Edited by Rakefet Sela-Sheffy and Miriam Shlesinger †
[Translation and Interpreting Studies 5:1] 2010
► pp. 75–93
Conference interpreters and their perception of culture
From the narratives of Japanese pioneers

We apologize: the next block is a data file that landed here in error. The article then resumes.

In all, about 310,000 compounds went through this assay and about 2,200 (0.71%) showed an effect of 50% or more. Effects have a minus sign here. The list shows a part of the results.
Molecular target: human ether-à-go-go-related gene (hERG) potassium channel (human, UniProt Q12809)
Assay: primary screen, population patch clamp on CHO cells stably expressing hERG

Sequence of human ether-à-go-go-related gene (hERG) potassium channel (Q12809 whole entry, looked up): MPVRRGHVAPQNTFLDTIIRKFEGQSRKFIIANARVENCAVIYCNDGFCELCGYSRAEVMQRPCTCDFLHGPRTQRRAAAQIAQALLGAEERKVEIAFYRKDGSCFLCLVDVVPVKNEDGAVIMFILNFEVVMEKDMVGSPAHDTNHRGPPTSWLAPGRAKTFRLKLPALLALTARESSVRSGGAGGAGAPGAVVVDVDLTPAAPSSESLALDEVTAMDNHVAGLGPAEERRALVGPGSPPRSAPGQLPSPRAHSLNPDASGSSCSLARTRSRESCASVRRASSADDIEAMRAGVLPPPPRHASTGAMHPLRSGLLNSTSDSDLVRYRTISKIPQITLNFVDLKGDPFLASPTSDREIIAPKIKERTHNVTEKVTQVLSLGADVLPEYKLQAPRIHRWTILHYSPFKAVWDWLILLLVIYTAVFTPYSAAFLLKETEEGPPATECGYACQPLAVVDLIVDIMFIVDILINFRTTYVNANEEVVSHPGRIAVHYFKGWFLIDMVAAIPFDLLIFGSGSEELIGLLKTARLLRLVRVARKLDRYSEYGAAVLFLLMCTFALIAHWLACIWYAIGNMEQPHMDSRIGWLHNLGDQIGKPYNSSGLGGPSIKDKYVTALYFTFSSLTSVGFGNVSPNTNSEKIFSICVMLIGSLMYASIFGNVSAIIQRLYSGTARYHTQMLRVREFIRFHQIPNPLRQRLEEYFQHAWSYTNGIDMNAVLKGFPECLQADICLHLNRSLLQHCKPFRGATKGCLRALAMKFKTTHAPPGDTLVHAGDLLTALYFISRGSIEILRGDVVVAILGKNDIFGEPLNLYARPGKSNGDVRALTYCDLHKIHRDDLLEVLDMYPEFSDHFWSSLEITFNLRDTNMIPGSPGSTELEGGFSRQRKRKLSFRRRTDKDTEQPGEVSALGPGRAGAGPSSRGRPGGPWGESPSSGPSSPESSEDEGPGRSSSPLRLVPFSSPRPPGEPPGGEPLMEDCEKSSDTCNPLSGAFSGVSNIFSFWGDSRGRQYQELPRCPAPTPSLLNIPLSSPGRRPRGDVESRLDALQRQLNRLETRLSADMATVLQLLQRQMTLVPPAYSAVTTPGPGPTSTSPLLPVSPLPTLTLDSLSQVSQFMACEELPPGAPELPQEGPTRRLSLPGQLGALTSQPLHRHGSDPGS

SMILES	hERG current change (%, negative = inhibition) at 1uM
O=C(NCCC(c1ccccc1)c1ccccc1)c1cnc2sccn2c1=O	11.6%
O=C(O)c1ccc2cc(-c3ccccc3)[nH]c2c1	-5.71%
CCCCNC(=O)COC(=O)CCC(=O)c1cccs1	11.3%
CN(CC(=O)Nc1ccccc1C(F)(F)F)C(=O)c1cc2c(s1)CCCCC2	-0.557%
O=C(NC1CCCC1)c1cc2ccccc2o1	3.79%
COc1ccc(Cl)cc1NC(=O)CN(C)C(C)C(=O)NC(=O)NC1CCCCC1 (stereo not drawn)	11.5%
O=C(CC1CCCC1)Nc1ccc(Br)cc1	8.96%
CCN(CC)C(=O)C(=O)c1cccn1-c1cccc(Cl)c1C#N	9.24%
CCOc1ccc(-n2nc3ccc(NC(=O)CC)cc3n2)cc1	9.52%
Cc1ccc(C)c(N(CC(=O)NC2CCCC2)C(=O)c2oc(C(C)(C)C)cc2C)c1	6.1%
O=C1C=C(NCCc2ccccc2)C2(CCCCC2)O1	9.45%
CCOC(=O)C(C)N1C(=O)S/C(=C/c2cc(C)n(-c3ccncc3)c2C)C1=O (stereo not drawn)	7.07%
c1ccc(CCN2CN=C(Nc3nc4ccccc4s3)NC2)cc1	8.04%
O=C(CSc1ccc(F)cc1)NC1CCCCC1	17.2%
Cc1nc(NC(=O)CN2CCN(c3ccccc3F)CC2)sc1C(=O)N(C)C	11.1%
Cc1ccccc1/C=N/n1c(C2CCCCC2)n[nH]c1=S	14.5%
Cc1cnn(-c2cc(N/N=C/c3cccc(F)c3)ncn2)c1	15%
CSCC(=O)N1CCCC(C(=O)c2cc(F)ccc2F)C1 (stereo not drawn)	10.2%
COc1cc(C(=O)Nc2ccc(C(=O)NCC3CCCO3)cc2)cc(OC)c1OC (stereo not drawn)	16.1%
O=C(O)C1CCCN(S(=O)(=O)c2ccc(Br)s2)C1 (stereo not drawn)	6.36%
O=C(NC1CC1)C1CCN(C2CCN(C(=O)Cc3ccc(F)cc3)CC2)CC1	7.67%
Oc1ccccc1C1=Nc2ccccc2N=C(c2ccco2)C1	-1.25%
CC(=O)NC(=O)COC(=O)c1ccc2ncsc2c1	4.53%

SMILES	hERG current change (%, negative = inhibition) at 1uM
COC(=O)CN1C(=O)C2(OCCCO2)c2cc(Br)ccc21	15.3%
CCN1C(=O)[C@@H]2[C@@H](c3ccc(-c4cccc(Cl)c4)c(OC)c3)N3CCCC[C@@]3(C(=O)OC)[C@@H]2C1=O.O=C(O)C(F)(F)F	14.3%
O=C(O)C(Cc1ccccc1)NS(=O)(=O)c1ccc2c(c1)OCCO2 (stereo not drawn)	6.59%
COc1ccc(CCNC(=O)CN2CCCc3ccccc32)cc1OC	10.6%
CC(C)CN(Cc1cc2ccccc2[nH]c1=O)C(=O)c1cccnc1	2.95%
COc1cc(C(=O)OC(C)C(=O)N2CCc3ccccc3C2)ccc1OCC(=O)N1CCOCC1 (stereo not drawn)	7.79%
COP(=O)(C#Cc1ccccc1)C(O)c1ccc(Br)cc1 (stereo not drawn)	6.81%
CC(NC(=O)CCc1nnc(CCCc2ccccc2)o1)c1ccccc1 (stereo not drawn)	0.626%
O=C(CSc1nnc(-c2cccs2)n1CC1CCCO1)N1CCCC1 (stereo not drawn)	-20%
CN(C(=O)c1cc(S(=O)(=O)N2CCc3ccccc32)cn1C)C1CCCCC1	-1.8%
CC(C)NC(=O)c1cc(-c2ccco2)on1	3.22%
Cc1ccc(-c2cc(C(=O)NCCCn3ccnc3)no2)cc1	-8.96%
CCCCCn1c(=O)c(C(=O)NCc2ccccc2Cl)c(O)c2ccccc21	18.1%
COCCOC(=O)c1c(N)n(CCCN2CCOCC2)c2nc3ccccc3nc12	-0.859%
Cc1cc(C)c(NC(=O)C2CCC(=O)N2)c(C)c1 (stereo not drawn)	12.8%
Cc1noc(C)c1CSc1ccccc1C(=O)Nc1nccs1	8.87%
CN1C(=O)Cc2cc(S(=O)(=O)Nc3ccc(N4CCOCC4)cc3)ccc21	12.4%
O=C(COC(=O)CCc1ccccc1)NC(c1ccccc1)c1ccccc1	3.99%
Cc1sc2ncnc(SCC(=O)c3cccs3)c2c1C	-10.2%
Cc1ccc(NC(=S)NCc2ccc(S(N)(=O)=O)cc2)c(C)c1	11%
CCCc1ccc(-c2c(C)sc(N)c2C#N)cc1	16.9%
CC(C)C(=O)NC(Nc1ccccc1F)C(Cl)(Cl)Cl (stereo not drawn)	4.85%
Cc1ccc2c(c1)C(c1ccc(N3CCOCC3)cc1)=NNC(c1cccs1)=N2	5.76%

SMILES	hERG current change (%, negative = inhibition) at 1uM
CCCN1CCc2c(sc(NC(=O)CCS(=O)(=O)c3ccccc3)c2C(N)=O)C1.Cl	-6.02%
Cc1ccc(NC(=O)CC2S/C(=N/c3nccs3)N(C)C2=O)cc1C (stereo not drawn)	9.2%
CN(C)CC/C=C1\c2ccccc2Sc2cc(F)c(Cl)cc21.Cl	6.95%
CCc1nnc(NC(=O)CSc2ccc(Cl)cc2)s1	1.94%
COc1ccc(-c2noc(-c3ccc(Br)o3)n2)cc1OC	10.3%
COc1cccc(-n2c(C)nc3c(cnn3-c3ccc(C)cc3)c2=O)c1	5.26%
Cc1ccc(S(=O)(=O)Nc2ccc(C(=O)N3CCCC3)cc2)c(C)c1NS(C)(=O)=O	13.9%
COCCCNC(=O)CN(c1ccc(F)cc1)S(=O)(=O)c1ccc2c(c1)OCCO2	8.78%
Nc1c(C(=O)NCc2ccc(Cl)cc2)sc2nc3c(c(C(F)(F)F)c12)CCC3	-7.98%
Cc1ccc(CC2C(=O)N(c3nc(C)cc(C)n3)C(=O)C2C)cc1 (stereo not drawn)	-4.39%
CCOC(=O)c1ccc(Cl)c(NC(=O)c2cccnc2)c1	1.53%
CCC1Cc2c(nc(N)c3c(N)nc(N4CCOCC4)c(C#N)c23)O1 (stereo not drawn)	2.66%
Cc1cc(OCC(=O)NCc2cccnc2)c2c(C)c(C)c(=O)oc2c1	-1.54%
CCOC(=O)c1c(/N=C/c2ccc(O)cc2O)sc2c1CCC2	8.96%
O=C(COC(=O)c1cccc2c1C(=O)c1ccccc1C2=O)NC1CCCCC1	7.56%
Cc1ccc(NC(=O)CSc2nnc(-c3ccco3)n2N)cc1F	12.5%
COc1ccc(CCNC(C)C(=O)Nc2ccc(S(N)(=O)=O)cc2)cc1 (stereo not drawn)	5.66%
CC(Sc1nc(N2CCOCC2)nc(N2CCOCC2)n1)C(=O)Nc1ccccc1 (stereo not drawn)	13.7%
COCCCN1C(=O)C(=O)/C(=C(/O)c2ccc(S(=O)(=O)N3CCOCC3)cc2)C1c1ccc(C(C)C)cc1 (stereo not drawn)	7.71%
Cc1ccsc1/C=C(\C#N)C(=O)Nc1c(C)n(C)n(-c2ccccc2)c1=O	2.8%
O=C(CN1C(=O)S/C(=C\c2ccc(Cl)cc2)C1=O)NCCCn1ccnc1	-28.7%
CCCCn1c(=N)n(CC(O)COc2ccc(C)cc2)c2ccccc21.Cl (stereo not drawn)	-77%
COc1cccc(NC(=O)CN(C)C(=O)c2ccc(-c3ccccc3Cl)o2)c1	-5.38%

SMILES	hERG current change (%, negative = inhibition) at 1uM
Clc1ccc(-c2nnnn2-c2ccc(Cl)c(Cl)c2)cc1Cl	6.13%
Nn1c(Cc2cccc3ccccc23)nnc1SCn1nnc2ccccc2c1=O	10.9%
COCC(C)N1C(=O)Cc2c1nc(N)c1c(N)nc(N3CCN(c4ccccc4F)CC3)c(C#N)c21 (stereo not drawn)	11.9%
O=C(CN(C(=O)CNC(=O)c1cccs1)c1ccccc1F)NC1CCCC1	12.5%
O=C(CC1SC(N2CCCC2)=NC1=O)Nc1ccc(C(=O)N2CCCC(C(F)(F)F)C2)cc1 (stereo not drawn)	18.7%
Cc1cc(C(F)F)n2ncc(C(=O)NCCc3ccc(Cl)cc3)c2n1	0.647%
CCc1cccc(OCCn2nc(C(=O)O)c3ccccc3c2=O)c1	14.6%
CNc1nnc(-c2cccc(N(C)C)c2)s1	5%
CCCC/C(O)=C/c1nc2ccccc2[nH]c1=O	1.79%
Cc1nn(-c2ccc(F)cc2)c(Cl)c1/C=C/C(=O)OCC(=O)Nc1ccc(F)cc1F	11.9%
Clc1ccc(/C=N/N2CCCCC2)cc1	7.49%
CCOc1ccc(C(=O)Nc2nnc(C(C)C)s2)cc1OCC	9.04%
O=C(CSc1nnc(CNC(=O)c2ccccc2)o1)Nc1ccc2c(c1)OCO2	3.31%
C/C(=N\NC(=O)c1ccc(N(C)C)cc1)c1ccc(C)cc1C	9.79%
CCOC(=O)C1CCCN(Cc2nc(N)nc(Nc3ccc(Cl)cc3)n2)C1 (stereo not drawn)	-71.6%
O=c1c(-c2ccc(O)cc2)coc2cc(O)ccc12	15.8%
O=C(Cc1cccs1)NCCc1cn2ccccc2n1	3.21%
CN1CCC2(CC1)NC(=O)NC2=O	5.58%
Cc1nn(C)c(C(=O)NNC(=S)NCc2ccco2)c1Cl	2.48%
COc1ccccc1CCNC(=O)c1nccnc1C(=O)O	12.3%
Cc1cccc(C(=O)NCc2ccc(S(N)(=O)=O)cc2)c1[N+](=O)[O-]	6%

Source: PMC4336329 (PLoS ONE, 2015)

This paper seeks to explore the perception of culture held by conference and diplomatic interpreters in post-WWII Japan. Based on oral history research with five Japanese pioneers, interpreters’ perceptions about culture and cultural barriers in communication are studied and then compared with their role perceptions and their actual practice. Although the pioneering conference interpreters perceived their role as more or less invisible, showing little interest in the discussion of culture and cultural mediation, their narratives in life-story interviews demonstrate that they were essential participants in intercultural communication, bridging cultural barriers. Without being aware of their role as cultural mediators, the five interpreters were actively and autonomously involved in intercultural communication as indispensable co-participants.